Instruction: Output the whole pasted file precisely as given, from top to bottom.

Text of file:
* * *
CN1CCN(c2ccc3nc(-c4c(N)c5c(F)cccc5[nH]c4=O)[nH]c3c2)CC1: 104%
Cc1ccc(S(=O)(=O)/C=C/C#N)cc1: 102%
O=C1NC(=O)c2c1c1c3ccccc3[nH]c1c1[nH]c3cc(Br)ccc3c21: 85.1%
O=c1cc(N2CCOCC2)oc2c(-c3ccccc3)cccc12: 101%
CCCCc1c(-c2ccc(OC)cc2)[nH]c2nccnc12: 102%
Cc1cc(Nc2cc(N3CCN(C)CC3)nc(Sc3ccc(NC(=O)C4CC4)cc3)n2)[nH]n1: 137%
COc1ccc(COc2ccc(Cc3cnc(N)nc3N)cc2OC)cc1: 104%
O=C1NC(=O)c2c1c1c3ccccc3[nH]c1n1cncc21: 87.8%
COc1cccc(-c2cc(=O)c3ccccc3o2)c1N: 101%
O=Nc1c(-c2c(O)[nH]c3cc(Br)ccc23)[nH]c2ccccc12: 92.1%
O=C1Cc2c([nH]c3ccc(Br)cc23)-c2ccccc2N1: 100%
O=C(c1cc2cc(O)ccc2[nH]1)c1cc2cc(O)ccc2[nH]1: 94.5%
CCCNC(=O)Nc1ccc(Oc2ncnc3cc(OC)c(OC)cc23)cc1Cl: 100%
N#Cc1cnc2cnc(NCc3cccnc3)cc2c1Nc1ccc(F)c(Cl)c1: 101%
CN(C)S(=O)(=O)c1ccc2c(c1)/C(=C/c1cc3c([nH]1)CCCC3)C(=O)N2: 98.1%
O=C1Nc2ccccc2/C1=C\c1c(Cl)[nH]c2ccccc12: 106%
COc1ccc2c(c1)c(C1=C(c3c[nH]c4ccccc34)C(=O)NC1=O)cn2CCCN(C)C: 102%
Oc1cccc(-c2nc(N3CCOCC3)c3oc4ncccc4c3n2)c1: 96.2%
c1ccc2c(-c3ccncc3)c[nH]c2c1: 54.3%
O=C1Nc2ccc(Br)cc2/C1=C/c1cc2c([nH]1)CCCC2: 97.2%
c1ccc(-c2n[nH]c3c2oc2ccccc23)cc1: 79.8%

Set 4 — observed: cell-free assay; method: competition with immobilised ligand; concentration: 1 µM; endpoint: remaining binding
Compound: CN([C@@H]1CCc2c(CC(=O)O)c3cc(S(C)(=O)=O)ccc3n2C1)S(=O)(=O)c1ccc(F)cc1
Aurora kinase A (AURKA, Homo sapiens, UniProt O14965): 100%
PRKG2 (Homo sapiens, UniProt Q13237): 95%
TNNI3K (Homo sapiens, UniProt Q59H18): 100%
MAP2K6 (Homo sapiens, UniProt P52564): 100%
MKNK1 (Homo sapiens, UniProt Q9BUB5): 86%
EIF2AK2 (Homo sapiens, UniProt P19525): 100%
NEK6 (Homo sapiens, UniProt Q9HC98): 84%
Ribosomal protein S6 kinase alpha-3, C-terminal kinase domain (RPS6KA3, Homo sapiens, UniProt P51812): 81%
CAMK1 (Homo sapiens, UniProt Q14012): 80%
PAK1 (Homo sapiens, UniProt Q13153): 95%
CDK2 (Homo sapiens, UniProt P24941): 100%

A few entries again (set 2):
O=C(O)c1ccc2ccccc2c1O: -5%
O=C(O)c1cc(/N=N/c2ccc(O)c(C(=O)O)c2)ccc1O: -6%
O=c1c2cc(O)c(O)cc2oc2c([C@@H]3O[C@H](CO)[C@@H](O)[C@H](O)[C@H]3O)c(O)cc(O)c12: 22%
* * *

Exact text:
CN1CCN(c2ccc3nc(-c4c(N)c5c(F)cccc5[nH]c4=O)[nH]c3c2)CC1: 104%
Cc1ccc(S(=O)(=O)/C=C/C#N)cc1: 102%
O=C1NC(=O)c2c1c1c3ccccc3[nH]c1c1[nH]c3cc(Br)ccc3c21: 85.1%
O=c1cc(N2CCOCC2)oc2c(-c3ccccc3)cccc12: 101%
CCCCc1c(-c2ccc(OC)cc2)[nH]c2nccnc12: 102%
Cc1cc(Nc2cc(N3CCN(C)CC3)nc(Sc3ccc(NC(=O)C4CC4)cc3)n2)[nH]n1: 137%
COc1ccc(COc2ccc(Cc3cnc(N)nc3N)cc2OC)cc1: 104%
O=C1NC(=O)c2c1c1c3ccccc3[nH]c1n1cncc21: 87.8%
COc1cccc(-c2cc(=O)c3ccccc3o2)c1N: 101%
O=Nc1c(-c2c(O)[nH]c3cc(Br)ccc23)[nH]c2ccccc12: 92.1%
O=C1Cc2c([nH]c3ccc(Br)cc23)-c2ccccc2N1: 100%
O=C(c1cc2cc(O)ccc2[nH]1)c1cc2cc(O)ccc2[nH]1: 94.5%
CCCNC(=O)Nc1ccc(Oc2ncnc3cc(OC)c(OC)cc23)cc1Cl: 100%
N#Cc1cnc2cnc(NCc3cccnc3)cc2c1Nc1ccc(F)c(Cl)c1: 101%
CN(C)S(=O)(=O)c1ccc2c(c1)/C(=C/c1cc3c([nH]1)CCCC3)C(=O)N2: 98.1%
O=C1Nc2ccccc2/C1=C\c1c(Cl)[nH]c2ccccc12: 106%
COc1ccc2c(c1)c(C1=C(c3c[nH]c4ccccc34)C(=O)NC1=O)cn2CCCN(C)C: 102%
Oc1cccc(-c2nc(N3CCOCC3)c3oc4ncccc4c3n2)c1: 96.2%
c1ccc2c(-c3ccncc3)c[nH]c2c1: 54.3%
O=C1Nc2ccc(Br)cc2/C1=C/c1cc2c([nH]1)CCCC2: 97.2%
c1ccc(-c2n[nH]c3c2oc2ccccc23)cc1: 79.8%

Set 4 — observed: cell-free assay; method: competition with immobilised ligand; concentration: 1 µM; endpoint: remaining binding
Compound: CN([C@@H]1CCc2c(CC(=O)O)c3cc(S(C)(=O)=O)ccc3n2C1)S(=O)(=O)c1ccc(F)cc1
Aurora kinase A (AURKA, Homo sapiens, UniProt O14965): 100%
PRKG2 (Homo sapiens, UniProt Q13237): 95%
TNNI3K (Homo sapiens, UniProt Q59H18): 100%
MAP2K6 (Homo sapiens, UniProt P52564): 100%
MKNK1 (Homo sapiens, UniProt Q9BUB5): 86%
EIF2AK2 (Homo sapiens, UniProt P19525): 100%
NEK6 (Homo sapiens, UniProt Q9HC98): 84%
Ribosomal protein S6 kinase alpha-3, C-terminal kinase domain (RPS6KA3, Homo sapiens, UniProt P51812): 81%
CAMK1 (Homo sapiens, UniProt Q14012): 80%
PAK1 (Homo sapiens, UniProt Q13153): 95%
CDK2 (Homo sapiens, UniProt P24941): 100%

A few entries again (set 2):
O=C(O)c1ccc2ccccc2c1O: -5%
O=C(O)c1cc(/N=N/c2ccc(O)c(C(=O)O)c2)ccc1O: -6%
O=c1c2cc(O)c(O)cc2oc2c([C@@H]3O[C@H](CO)[C@@H](O)[C@H](O)[C@H]3O)c(O)cc(O)c12: 22%